"These were created to match the footprint of a portable Kenyon single-burner, butane range," Fink
explained, "so the stove is less likely to slide around while you are cooking." Suddenly, we were not so
critical. To the contrary, we admired the ingenuity. The portable range is standard equipment.
OVER THE TRANSOM
Before moving farther forward, let's step back and look at the uniquely designed transom area. As mentioned
earlier, the Stingray 240LR does not have a transom walkthrough to the swim platform. Instead, there is a
5x14-inch recess in the center of the transom, allowing you to step over and onto the full-width, integral,
Euro-style swim platform. The center cushion of the stern bench seat can be removed, so that you are not
walking on the upholstery as you step in or out.
To help ease the climb to the swim platform, there is a secondary step on the outboard side. This step
also forms the hinged cover to a drained lazarette. Measuring 34x9x7 inches, this compartment is designed
for stowing fenders and ski ropes.
We like the nonskid on the swim platform — it is easy on bare feet, yet very slip resistant.
However, we cannot say the same for the lazarette cover. Formed from King Starboard, it sheds water nicely
thanks to special channeling, but this plastic material does not make for the best nonskid.
On the other hand, we loved all the stainless steel grabrails on the transom. There are two flanking the
step-over recess and a third on the starboard Euro-style bulkhead, adjacent to the telescoping, stainless
boarding ladder. A stainless ski-tow eye is also recessed at mid-transom.
We asked Fink if he planned to offer an extended swim platform as an option for the 240LR, since these
seem to be all the rage lately. He just shook his head and answered with a simple, "No."
One concession to the "me, too" mentality is an enclosed head. The 240LR's is located in the port
console, has 48 inches of headroom, and occupies a 33-inch-square footprint, part of which is taken up by
a standard, portable marine head and molded shelf along the port bulkhead. The walls are carpeted, and a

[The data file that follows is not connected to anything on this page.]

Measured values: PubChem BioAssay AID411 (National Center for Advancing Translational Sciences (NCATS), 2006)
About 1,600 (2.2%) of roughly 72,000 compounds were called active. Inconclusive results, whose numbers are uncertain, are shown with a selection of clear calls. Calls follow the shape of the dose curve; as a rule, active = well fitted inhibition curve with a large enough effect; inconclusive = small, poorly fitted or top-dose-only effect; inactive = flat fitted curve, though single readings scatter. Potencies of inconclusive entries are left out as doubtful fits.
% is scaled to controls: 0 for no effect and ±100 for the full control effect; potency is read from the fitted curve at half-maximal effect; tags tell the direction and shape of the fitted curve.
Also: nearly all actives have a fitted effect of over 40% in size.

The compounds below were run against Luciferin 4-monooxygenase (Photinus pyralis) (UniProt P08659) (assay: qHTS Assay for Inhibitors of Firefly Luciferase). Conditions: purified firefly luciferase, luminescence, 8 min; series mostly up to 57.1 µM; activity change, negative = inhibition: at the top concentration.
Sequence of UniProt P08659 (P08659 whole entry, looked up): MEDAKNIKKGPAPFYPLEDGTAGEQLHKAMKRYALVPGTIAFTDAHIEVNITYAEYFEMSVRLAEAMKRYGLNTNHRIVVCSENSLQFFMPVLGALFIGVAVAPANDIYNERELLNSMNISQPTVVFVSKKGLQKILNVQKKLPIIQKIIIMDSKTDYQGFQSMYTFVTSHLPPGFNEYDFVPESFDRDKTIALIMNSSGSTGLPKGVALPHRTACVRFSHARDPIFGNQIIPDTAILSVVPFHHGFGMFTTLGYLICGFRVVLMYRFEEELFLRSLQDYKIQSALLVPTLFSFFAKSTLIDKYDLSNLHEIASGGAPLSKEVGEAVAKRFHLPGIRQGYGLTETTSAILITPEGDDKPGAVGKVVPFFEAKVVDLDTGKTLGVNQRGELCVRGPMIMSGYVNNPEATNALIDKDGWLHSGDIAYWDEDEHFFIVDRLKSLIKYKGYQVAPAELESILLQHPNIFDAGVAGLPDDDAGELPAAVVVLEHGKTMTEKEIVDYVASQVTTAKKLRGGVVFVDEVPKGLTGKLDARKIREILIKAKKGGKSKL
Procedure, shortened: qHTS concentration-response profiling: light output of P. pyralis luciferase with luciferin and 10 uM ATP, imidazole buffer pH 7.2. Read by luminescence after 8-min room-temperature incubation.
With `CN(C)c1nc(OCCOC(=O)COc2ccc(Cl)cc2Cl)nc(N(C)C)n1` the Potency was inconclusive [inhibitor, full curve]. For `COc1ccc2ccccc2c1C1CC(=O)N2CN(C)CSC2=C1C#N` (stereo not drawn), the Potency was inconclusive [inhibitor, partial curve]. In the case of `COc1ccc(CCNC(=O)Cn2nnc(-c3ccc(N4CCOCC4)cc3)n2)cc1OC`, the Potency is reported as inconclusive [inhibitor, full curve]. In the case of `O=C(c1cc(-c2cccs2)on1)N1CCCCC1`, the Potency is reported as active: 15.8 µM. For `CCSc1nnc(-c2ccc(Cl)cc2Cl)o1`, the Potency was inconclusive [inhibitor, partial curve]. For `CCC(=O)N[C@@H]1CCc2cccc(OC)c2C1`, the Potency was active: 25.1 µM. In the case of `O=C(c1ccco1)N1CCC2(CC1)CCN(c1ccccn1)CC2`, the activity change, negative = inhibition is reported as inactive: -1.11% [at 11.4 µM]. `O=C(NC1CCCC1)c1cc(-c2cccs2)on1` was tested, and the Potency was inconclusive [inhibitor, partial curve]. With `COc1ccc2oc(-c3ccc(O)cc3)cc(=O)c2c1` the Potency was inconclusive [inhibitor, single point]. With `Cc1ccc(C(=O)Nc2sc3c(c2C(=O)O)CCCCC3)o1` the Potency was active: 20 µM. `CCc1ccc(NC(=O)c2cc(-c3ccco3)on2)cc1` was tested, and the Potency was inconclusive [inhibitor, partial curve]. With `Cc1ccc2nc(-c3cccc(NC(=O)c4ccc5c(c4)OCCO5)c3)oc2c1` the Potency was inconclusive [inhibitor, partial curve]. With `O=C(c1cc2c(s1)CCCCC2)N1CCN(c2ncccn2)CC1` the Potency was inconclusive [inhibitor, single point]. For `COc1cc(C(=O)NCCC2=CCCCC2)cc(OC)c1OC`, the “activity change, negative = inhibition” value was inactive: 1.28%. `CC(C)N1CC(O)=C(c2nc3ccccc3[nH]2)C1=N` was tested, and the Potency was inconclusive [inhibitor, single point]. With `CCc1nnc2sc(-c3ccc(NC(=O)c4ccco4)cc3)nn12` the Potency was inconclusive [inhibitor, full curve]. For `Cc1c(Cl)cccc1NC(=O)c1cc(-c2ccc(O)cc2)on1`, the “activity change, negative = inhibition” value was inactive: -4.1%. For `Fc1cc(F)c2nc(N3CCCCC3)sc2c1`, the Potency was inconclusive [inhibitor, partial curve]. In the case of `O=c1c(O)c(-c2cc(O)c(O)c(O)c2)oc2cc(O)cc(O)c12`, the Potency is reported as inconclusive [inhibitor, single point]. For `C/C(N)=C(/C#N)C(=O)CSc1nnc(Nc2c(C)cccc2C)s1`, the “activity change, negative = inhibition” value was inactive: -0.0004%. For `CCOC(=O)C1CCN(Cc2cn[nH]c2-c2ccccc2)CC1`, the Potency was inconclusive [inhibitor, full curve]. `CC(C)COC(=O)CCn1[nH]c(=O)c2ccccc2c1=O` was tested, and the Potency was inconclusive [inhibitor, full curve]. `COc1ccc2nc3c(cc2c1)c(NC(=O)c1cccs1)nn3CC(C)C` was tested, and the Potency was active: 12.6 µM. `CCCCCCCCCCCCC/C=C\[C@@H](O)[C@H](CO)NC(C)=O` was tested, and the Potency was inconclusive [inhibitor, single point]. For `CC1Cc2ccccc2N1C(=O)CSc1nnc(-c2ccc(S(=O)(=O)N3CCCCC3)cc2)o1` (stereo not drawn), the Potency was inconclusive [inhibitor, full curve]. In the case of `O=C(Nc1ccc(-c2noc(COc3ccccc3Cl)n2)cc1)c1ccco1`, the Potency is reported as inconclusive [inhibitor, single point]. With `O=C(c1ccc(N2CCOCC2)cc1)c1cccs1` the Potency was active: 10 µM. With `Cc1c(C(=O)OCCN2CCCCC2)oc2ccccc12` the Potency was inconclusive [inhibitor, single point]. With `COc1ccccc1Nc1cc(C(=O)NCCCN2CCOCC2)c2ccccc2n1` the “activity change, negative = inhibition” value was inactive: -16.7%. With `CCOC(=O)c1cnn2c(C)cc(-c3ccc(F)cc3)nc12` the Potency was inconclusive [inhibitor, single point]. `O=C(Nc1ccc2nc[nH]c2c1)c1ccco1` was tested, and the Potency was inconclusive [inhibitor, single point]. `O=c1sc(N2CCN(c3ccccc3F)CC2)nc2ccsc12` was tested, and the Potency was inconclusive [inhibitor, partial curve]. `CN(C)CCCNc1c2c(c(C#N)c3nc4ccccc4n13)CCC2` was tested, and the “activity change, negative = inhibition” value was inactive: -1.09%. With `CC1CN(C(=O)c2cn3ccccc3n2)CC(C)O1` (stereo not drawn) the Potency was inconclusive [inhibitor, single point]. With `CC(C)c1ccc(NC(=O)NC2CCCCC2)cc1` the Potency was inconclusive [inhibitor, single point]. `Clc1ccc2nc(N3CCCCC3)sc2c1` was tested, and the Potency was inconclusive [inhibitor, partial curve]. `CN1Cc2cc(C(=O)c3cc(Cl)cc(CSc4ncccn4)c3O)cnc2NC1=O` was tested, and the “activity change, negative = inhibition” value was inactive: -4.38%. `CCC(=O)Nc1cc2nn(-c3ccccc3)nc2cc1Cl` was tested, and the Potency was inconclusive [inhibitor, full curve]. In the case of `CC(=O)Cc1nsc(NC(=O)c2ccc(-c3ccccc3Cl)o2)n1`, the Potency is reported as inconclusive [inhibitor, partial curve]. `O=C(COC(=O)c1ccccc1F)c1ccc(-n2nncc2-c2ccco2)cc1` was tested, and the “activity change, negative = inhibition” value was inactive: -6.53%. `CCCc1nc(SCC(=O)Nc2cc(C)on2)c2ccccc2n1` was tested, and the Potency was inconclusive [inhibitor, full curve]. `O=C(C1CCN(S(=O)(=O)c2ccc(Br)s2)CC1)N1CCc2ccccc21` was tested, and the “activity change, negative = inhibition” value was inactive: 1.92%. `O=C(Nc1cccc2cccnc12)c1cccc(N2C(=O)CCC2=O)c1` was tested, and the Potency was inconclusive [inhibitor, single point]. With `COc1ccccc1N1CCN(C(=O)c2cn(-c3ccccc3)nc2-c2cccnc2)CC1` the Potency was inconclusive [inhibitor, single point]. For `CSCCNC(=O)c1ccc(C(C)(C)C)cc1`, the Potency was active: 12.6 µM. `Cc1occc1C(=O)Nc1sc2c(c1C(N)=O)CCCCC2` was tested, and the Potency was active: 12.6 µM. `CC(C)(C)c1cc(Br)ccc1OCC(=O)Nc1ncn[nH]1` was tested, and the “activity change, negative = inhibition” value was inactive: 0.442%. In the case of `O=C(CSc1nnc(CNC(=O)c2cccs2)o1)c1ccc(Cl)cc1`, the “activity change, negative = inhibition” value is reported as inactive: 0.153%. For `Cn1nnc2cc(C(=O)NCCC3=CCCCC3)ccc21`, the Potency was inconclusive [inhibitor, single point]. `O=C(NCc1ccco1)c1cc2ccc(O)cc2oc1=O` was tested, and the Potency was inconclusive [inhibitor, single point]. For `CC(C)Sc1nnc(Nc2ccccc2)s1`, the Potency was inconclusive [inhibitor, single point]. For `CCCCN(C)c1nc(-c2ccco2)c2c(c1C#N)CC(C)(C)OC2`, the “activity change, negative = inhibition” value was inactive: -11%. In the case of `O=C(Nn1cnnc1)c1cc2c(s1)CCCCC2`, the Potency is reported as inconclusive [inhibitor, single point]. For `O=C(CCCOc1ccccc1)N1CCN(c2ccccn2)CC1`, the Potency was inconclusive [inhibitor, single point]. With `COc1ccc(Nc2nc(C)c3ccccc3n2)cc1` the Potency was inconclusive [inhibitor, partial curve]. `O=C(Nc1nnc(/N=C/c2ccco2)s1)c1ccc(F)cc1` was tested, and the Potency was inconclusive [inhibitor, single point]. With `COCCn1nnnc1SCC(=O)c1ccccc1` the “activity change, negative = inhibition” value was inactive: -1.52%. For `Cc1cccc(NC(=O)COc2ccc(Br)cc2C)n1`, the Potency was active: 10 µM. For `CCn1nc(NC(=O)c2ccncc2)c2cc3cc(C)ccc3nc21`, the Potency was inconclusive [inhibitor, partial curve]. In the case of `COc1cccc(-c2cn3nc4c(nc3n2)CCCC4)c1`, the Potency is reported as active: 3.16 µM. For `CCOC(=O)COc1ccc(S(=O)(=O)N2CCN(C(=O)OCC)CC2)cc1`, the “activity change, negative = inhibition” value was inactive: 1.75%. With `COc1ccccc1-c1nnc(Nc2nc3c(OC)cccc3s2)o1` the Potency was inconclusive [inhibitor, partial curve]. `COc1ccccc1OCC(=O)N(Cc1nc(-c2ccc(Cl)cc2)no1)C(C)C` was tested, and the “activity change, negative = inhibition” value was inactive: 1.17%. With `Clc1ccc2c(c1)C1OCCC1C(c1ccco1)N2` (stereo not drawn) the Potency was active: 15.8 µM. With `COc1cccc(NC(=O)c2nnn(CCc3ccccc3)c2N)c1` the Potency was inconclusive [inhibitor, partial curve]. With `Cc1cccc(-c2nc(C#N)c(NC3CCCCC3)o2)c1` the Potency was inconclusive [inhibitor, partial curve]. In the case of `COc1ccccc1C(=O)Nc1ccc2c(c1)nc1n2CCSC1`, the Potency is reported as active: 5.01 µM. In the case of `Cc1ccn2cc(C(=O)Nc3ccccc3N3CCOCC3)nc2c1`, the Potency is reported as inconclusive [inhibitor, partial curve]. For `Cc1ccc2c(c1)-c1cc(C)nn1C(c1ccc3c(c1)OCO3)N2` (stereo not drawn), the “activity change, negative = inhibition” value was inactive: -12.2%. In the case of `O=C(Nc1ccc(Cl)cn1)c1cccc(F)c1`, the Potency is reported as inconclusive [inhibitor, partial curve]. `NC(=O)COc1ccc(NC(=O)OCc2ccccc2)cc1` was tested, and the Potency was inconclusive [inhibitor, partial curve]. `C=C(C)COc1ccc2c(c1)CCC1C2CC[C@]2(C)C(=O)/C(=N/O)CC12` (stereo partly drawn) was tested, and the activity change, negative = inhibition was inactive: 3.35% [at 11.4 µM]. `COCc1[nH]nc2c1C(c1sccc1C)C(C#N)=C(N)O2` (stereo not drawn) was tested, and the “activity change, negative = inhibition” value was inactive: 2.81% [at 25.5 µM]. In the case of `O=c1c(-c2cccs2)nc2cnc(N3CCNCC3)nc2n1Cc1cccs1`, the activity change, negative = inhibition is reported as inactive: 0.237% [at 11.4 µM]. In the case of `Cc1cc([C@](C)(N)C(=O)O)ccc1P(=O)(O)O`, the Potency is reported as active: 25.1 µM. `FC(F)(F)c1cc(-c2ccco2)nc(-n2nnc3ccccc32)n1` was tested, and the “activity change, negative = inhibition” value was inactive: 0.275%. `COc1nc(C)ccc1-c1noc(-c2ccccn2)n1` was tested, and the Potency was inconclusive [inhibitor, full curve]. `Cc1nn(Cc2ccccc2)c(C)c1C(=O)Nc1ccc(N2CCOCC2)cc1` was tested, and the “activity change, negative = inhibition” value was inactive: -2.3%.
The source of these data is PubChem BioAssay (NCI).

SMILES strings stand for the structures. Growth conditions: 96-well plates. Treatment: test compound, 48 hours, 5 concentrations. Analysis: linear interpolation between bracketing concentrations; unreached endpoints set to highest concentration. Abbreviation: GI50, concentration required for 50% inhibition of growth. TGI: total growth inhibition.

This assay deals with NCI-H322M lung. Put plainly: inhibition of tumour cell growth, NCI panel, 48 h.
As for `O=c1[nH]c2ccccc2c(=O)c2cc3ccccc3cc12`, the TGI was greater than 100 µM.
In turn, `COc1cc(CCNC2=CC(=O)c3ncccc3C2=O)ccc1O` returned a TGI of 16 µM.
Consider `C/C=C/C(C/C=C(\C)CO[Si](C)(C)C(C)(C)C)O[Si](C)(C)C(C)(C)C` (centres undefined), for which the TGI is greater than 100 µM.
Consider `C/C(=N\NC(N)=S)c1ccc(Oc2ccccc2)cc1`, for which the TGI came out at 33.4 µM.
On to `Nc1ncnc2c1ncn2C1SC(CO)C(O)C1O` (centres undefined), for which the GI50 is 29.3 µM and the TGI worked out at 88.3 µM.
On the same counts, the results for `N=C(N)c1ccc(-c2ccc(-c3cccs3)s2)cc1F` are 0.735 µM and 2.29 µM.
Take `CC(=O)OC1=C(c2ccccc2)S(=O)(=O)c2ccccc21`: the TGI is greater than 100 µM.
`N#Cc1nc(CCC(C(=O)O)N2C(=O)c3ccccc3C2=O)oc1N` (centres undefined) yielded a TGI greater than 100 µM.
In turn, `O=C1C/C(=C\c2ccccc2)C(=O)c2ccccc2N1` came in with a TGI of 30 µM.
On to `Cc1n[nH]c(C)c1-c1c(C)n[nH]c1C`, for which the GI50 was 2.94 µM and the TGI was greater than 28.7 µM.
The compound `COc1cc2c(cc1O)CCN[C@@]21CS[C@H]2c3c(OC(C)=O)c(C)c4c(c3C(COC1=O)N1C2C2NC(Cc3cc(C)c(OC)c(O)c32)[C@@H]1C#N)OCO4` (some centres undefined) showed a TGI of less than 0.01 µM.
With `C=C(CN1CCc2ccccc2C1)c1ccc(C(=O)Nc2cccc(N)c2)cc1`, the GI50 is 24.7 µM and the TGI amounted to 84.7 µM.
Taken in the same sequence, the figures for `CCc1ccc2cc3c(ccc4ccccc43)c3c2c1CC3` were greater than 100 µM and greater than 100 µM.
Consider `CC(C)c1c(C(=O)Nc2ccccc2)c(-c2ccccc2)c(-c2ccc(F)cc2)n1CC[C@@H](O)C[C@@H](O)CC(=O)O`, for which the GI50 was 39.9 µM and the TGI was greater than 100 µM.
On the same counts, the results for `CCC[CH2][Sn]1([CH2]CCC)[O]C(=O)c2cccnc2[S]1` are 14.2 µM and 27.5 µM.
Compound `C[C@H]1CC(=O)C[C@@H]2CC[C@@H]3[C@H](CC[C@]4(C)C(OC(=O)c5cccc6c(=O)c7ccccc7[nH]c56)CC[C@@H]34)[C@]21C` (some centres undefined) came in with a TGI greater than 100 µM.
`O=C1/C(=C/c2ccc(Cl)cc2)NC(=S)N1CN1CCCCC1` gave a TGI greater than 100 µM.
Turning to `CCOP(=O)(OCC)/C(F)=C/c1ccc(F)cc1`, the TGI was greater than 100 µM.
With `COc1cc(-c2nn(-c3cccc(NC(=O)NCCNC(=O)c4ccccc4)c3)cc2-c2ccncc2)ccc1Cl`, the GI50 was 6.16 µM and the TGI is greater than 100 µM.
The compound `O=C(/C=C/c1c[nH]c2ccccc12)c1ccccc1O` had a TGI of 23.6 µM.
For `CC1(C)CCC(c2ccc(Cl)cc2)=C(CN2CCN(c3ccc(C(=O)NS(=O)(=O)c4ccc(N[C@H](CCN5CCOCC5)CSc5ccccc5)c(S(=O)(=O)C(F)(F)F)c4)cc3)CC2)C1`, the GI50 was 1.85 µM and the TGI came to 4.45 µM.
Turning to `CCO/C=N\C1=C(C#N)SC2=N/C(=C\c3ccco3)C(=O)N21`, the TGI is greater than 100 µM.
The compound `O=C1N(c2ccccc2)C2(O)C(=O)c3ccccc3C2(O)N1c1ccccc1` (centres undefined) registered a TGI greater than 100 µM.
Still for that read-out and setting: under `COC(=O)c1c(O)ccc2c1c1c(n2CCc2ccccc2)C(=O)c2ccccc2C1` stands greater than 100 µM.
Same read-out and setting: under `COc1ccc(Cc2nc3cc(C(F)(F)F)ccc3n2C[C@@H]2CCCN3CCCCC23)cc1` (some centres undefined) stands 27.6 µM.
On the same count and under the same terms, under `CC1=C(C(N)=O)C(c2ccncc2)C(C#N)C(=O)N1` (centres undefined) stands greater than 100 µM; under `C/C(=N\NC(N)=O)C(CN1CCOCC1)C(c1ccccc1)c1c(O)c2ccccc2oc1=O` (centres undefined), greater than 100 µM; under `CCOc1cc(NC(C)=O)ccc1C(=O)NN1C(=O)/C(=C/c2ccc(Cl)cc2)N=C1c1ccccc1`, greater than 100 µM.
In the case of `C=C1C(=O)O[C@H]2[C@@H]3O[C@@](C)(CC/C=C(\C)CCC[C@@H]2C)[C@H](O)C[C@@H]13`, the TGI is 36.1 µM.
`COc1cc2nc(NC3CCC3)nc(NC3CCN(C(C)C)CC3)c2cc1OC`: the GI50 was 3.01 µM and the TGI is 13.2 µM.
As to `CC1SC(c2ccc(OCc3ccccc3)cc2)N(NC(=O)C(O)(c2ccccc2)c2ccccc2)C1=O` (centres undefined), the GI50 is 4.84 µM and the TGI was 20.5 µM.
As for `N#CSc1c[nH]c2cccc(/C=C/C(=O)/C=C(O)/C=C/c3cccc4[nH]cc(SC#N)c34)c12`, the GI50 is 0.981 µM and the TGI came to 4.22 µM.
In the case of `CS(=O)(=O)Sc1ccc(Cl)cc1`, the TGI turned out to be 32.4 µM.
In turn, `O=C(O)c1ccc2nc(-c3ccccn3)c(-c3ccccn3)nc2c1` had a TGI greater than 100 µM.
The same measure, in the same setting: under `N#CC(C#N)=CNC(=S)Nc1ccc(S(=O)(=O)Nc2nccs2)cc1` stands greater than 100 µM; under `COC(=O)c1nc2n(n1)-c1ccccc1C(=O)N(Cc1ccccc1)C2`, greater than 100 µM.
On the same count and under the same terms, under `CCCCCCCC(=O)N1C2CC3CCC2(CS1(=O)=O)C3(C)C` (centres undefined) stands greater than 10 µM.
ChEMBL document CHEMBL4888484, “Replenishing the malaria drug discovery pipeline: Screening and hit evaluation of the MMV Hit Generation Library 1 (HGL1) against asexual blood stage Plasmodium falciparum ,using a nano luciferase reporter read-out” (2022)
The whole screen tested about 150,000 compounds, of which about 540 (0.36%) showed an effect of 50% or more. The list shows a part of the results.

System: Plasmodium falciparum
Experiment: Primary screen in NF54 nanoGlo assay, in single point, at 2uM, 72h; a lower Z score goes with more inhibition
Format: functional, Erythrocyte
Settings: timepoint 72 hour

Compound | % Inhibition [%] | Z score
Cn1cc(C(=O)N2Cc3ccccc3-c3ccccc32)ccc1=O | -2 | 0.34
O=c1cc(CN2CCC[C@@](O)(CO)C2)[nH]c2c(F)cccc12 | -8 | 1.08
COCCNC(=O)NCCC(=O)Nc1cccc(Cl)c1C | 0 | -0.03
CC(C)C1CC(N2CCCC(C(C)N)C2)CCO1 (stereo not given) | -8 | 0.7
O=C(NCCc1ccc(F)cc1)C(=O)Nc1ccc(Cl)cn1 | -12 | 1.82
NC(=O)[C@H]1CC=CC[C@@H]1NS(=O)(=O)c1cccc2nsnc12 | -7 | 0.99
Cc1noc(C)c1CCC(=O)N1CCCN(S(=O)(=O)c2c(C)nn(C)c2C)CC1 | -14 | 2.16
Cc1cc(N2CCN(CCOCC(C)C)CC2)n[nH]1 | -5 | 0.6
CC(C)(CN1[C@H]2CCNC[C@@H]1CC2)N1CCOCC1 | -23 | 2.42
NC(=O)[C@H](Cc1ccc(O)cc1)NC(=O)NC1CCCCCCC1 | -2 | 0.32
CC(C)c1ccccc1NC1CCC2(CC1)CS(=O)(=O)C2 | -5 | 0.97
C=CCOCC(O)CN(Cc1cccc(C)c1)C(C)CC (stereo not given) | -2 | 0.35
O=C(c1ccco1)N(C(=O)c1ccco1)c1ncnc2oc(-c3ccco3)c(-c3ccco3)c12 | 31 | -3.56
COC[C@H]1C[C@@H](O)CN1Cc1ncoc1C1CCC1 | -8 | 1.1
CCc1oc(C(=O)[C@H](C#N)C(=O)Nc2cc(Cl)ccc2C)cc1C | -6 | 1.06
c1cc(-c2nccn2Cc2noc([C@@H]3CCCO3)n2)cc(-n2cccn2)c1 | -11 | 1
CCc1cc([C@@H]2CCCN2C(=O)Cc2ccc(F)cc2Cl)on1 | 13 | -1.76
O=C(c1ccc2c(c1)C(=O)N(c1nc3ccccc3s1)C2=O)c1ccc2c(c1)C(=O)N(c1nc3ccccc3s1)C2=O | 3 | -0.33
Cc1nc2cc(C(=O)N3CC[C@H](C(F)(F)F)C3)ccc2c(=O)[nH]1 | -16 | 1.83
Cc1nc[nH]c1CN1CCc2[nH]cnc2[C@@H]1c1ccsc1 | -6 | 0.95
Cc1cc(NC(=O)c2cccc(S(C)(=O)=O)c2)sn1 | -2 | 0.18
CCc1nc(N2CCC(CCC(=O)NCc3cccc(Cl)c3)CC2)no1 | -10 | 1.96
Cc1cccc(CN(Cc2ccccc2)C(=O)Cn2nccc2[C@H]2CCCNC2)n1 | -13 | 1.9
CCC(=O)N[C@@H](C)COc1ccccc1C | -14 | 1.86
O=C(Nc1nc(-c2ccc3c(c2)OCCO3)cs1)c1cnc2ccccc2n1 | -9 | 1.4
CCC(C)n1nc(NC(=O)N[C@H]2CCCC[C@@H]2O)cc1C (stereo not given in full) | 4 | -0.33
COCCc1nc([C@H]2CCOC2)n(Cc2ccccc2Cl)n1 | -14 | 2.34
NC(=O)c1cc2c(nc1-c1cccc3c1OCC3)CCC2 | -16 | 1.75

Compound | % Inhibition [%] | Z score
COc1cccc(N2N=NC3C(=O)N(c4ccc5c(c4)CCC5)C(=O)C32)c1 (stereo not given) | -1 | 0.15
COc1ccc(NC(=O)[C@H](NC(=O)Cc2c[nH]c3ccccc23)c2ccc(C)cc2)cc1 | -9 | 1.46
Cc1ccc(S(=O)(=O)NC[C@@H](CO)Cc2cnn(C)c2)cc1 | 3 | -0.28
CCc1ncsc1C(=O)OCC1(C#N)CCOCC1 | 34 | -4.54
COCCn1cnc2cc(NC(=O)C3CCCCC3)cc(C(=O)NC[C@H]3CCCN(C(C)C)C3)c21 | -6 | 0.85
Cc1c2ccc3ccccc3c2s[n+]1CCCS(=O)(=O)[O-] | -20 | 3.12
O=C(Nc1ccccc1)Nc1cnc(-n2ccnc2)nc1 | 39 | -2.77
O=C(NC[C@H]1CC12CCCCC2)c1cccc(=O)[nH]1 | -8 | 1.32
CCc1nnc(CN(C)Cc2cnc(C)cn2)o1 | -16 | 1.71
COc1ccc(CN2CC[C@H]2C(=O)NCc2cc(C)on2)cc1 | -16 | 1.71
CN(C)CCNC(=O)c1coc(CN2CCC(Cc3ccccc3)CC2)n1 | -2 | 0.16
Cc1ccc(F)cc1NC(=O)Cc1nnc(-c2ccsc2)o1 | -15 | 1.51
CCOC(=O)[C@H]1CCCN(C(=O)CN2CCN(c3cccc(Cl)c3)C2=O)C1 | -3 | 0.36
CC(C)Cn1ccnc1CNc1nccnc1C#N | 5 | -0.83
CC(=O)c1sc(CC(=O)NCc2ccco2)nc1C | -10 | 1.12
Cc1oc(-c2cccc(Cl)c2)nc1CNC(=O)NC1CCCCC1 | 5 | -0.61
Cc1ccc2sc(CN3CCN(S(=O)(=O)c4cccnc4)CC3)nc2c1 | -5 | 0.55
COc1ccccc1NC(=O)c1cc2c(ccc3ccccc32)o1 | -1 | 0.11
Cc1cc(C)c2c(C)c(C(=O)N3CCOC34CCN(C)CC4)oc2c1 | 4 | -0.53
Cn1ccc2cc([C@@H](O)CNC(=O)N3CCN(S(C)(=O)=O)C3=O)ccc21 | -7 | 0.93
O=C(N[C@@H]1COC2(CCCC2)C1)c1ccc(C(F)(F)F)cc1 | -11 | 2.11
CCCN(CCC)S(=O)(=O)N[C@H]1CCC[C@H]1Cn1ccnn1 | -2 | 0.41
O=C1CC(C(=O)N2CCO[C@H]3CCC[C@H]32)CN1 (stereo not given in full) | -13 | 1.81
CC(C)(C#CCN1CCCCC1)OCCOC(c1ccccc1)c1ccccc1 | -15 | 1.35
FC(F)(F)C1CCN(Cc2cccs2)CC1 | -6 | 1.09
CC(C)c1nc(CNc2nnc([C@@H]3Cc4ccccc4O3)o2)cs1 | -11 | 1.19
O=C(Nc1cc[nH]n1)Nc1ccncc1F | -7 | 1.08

porthole offers both ventilation and light. Also housed in the head is a Kenwood AM/FM/CD stereo with a
helm-mounted remote control and four speakers — two in the bow and two in the cockpit.
The acrylic door to the head is at a 45-degree angle. While this reduces the space inside, it eases
going in and out, and creates more legroom for anyone using the bucket seat on the port side.
Both bucket seats are adjustable, swivel and have flip-up bolsters. The seats are well padded, have
integral armrests and offer excellent lateral support. On the driver's side, there is also a molded-in,
angled footrest under the helm that allows the pilot to stretch out and brace himself at the same time.
On the downside, we found that the flip-up on the seat did not add enough elevation to significantly
improve forward vision.
The bowrider area is very comfortable, thanks to twin, thickly upholstered, 43-inch-long loungers with
21-inch-tall, angled backrests. Molded armrests, recessed drink holders and vinyl covered grab handles
are sweet touches. With a built-in 9x16x14-inch cooler just aft of the 26-inch-deep anchor locker, you
may have a difficult time prying occupants out of the front.
Under both of the bow lounges is a terrific volume of carpeted dry storage, and it will be a great
temptation to pack these full of gear. However, we would reserve these compartments for relatively
lightweight stuff such as life jackets and canvas.
For heavier items, you may want to use the in-sole ski locker, which measures 70x35x14 inches. A